Born in Kunsan (North Cholla Province) in 1933, Ko Un is probably the most controversial and surely the most prolific Korean writer at present alive. He has published well over a hundred volumes of poetry, fiction, essays, translations, and drama. His poetry ranges from the short lyric to the vast epic sweep of the seven volumes of Paektu-san. His fiction includes the Buddhist-inspired novel Hwaomkyong (The Avatamsaka Sutra) and Son (Zen), a fictionalized history of the early Son (Zen) masters of China and Korea. The on-going series Maninbo (Ten Thousand Lives) contains short poems evoking one by one all the people Ko Un has met in his life, as an expression of his deep desire to incarnate in his poetry a radical rewriting of modern Korean history.

Ko Un's life history is equally remarkable. As a child he very quickly mastered the Chinese classics. In his late teens, marked by his experiences during the Korean War, he became a Buddhist monk and was quickly given a series of important positions. After ten years he quit the monastic life and returned to the world, with a deeply nihilistic attitude that culminated in an attempted suicide in 1970. Restored to life, he became a leading spokesmen for the artists and students opposed to the so- called Yushin Reforms of 1972. He was among the many people arrested when Chon Doo Hwan staged his coup d'etat in May 1980. He continued to be identified with the writers opposed to dictatorship throughout the 1980s and was arrested many times. In 1982 he married and went to live in Ansong, away from Seoul.

In the last ten years he has become well-known internationally, having given numerous readings in many countries of Europe, in Latin America and North America, as well as Australia. His work is now published in at least a dozen languages. Identified with the socially active school of literature, Ko Un's name was for long anathema to those whose literary criteria were aesthetic and conformist, as well as to the government. His intense longing for the reunification of Korea is expressed in many places and his main concern has always been to express the historic identity of the Korean people as a whole.

A man of intense emotions, his poetry is often characterized by the rhetorical features of public speech: rhetorical questions, exclamations, exhortatory imperatives. His poetic language is vivid and colloquial, marked by popular speech rhythms rather than by literary conventions. Controversy as to the evaluation of his work continues; he has many fervent admirers, while others criticize the spontaneity, the lack of polish and refinement that at times characterize his work.

Translator:   Brother Anthony of Taize (An Sonjae)
Professor, Department of English Language and Literature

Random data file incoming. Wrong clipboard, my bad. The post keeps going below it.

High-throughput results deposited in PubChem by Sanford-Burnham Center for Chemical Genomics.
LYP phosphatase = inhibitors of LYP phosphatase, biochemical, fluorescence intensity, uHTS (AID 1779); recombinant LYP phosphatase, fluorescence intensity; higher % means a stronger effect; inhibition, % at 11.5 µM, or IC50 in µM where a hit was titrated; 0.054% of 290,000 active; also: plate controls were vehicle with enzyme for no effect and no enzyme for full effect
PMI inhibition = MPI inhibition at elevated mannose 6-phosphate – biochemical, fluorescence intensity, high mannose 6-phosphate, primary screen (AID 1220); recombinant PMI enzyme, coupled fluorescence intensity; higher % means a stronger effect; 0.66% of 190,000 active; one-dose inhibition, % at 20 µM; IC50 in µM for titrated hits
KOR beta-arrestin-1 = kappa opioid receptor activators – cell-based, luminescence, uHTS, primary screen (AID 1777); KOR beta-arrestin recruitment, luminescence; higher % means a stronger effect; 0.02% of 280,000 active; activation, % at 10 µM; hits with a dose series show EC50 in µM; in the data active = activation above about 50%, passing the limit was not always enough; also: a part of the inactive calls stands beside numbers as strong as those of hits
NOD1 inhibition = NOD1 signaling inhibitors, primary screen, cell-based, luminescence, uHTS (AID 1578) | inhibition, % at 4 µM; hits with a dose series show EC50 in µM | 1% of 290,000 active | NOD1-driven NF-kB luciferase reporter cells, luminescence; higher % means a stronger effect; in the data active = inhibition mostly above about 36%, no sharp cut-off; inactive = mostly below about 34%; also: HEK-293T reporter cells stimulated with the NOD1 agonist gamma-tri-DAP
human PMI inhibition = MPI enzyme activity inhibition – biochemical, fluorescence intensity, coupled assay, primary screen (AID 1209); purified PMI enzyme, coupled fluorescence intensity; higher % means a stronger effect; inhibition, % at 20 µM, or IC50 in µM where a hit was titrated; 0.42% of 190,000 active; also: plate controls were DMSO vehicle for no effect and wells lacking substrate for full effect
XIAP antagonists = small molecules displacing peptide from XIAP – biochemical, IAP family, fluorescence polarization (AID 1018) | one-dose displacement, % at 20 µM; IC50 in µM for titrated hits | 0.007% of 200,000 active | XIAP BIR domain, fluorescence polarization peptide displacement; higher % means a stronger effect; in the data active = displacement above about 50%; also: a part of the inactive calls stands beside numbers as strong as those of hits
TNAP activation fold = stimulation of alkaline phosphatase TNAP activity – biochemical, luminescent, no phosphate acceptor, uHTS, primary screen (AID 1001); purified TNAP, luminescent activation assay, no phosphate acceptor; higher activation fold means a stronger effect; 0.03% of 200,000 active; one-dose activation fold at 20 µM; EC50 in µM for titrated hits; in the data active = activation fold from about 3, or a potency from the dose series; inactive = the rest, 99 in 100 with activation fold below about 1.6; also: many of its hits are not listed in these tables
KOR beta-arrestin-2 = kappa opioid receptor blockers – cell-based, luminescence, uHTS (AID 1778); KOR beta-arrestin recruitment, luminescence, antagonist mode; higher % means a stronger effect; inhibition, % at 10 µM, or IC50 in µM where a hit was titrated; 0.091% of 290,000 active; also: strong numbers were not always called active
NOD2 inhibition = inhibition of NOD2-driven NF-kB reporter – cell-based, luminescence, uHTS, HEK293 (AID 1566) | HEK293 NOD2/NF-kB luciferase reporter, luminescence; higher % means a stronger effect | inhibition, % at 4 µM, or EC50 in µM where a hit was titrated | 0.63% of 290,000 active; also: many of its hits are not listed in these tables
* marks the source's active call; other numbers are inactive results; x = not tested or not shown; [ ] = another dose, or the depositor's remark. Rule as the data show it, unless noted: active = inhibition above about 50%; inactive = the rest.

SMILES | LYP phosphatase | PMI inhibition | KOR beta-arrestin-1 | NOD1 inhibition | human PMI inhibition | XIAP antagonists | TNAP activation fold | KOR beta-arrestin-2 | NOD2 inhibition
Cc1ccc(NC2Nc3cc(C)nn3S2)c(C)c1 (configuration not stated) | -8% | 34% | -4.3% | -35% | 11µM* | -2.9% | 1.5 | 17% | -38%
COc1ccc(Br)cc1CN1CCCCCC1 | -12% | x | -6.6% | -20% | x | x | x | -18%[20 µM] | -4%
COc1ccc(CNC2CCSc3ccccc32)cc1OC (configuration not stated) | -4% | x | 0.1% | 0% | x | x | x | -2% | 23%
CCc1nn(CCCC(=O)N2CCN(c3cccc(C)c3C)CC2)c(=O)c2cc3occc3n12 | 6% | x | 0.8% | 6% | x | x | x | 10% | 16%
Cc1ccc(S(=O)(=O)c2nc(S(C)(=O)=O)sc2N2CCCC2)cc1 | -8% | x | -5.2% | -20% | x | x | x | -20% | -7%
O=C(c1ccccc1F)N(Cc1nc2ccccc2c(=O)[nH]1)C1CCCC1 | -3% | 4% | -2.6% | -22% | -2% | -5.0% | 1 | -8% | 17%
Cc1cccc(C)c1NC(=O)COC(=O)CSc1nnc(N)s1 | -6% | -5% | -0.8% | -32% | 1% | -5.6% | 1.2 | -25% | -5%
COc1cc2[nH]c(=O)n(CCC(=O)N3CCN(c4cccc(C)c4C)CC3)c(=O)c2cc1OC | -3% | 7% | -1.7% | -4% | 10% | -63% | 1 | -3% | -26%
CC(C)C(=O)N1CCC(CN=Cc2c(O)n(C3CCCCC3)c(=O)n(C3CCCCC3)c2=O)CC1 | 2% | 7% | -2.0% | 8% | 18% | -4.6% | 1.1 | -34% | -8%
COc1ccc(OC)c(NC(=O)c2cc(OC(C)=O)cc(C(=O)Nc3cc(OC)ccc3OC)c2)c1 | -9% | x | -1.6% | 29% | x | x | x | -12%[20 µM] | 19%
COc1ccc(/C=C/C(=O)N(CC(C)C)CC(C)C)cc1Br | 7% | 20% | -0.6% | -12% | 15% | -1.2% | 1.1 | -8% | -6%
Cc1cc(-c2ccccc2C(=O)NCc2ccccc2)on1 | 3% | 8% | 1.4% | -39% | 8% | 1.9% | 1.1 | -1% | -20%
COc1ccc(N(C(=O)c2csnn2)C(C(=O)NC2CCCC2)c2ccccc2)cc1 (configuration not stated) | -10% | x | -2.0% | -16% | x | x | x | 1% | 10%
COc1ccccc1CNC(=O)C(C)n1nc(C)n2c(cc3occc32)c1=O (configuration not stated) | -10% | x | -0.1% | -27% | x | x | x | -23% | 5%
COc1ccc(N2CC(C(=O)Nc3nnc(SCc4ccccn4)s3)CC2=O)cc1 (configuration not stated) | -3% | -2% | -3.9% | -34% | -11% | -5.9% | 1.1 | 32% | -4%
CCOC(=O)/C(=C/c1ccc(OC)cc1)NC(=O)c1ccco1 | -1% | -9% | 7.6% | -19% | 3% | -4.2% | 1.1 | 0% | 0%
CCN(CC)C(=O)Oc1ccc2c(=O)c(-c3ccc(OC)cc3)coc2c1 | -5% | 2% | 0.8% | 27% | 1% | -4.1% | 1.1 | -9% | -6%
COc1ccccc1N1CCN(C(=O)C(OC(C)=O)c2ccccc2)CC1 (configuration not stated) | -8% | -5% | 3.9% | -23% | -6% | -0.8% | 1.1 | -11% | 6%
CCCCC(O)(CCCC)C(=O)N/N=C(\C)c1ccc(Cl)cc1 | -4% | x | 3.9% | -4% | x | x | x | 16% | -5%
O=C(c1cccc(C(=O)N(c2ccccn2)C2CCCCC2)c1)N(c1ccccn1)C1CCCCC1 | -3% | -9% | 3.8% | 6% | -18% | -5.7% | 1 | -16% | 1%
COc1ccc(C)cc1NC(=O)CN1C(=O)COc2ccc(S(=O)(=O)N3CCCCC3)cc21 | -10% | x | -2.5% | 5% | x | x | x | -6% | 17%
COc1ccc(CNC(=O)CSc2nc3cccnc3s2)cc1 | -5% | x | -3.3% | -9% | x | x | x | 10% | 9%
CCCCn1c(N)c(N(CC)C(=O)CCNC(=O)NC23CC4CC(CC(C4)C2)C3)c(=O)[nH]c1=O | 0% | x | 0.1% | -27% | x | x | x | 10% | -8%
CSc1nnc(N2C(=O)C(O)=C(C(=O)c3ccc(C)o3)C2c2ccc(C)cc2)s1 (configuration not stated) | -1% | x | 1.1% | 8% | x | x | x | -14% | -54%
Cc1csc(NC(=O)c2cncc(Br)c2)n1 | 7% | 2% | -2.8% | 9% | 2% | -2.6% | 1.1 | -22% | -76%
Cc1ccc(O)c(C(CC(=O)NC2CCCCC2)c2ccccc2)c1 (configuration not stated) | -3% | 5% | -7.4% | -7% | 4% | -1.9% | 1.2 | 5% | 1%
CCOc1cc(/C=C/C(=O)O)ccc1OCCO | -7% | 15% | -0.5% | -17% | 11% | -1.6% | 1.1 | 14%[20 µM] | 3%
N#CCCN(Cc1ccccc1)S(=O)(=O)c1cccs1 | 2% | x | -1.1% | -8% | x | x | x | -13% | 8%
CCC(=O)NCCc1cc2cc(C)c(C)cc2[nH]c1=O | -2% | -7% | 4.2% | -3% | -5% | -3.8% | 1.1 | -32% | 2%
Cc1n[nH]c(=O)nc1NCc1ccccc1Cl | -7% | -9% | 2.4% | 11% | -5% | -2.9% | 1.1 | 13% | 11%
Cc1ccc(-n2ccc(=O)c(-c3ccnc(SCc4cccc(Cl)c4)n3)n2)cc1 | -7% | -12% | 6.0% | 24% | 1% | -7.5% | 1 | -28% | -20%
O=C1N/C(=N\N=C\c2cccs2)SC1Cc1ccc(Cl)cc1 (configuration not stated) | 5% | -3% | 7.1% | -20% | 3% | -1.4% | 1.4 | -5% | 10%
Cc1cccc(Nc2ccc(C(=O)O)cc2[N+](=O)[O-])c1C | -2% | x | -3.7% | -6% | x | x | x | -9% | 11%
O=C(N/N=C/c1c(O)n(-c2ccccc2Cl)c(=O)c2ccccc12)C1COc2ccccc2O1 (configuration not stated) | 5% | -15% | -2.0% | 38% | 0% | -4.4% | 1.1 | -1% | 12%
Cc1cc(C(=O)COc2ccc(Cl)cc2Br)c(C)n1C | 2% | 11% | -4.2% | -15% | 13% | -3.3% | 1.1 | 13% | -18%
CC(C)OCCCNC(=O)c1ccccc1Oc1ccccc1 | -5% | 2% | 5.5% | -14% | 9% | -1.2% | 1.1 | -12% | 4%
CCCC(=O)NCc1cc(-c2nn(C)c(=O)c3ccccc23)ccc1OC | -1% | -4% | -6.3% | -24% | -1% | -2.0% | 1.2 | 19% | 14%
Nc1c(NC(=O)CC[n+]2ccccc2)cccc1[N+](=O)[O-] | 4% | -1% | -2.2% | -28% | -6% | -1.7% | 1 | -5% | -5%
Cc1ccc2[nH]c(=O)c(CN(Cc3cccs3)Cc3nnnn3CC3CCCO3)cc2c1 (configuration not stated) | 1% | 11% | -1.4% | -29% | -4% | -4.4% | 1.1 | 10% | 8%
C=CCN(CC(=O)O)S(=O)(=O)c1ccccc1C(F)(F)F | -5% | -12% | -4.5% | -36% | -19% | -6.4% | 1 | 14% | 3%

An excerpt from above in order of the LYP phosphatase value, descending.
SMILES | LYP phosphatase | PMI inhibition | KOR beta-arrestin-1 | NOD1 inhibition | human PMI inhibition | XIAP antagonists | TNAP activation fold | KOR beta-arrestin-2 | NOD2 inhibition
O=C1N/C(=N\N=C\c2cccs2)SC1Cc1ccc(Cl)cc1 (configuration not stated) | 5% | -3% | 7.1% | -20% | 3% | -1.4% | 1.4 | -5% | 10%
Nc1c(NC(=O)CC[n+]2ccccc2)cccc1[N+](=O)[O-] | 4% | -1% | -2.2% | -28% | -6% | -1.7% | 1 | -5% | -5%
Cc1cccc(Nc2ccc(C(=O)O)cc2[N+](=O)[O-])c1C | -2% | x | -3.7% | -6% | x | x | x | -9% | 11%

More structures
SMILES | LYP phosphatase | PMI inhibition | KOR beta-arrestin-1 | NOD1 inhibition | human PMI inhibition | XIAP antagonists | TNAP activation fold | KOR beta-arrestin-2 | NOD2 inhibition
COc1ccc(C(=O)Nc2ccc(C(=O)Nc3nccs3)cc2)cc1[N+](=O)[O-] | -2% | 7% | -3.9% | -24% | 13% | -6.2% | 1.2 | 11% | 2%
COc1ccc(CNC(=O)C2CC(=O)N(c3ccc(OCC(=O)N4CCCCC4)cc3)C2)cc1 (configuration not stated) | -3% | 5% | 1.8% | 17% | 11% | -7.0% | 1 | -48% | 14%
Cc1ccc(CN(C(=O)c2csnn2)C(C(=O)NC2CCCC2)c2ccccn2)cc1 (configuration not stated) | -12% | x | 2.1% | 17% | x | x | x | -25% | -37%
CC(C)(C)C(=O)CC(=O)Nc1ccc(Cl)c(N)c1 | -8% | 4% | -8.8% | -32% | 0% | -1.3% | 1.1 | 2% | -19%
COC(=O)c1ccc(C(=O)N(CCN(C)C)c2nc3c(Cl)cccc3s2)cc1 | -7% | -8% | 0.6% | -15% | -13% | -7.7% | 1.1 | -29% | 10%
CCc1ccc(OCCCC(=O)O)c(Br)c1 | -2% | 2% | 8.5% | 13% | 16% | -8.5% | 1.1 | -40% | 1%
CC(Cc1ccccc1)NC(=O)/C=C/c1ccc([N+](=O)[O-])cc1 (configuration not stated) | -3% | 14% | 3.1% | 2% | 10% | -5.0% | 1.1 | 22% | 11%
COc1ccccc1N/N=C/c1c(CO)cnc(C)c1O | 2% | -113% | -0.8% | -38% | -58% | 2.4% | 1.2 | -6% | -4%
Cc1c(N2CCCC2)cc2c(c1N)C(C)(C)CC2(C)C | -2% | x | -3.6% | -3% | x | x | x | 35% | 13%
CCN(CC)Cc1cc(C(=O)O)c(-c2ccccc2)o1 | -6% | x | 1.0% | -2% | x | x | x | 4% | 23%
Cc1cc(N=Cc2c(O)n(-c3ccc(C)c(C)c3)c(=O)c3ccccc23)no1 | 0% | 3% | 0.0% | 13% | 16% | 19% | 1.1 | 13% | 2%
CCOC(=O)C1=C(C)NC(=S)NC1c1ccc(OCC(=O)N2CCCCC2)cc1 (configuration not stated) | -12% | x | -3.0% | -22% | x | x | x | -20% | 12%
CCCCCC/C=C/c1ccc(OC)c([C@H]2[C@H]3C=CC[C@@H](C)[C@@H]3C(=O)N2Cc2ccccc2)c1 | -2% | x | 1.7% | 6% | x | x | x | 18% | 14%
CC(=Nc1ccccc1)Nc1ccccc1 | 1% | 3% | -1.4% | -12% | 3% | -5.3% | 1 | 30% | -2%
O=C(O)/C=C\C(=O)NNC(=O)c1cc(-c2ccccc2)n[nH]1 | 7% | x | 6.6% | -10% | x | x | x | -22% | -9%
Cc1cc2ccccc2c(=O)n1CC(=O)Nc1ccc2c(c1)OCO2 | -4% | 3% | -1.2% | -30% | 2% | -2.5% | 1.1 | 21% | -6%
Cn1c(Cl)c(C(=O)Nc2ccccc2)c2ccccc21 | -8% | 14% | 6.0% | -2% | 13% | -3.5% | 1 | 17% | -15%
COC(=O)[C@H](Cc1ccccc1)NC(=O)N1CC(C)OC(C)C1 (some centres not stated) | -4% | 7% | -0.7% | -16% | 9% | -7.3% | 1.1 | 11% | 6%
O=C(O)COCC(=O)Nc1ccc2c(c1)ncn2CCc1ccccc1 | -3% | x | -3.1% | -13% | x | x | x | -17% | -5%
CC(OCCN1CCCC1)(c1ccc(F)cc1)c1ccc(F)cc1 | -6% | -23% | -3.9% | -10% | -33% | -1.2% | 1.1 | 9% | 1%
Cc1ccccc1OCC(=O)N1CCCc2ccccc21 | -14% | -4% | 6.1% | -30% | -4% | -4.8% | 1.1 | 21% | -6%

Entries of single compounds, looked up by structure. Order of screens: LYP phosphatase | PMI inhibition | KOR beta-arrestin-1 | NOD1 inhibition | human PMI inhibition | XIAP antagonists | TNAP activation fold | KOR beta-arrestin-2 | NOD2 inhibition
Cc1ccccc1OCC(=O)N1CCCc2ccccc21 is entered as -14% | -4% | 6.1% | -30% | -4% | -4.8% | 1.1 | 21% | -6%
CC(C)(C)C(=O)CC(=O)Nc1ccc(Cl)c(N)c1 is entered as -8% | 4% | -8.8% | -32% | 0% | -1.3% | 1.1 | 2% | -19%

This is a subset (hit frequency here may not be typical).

Sogang University

Born in Truro (Cornwall, U. K.) in 1942.

Studied Medieval and Modern Languages at The Queen's College, in the University of Oxford, from 1960 until 1969.

Joined the Community of Taize (France) in 1969.

Taize is the name of a small village not far from Macon and Cluny in eastern France. Since 1940 it has been home to an ecumenical monastic community of brothers known as the Community of Taize. Taize has become well-known in recent decades for hosting meetings where young adults from all over the world pray and share together. The Community's main concern is to promote reconciliation and trust. Here is a glimpse of Taize.

Made Life Commitment in the Community at Easter 1974. Lived in the Philippines 1977-80.

Came to Korea in May 1980, invited by Cardinal Kim. Lives in Seoul with other Brothers from Taize.

Began to teach in Sogang University in September 1980. Now a full Professor in the Department of English Language and Literature, teaching medieval and Renaissance English literature and culture. Served as Department Chairman 1992 - 1994. Has written a number of books and articles about English literature, and translated works of modern Korean literature. President of the Medieval and Early Modern English Studies Association of Korea 1998-2000. Was in charge of the British & American Cultures Major from July 2000, and Chair of the English Department from May 2001. Released from both anxieties July 2003.

Naturalized in 1994 with the Korean name An Sonjae.

While I was translating a novel by Ko Un based on the last part of the Buddhist Avatamsaka Sutra, the Garland Sutra, I came across the story of Sudhana (called Sonjae in Korean), a child living in India at the time of the historical Buddha Shakyamuni. Sonjae travels all over India in search of enlightening wisdom. He meets a lot of different people, 53 in all, from each of whom he learns something that brings him closer to his goal. Yet even after his journey is complete, he is still only a child, life remains to be lived. That Buddhist 'Pilgrim's Progress' is the origin of my Korean name, which is at the same time an adaptation of 'Anthony'.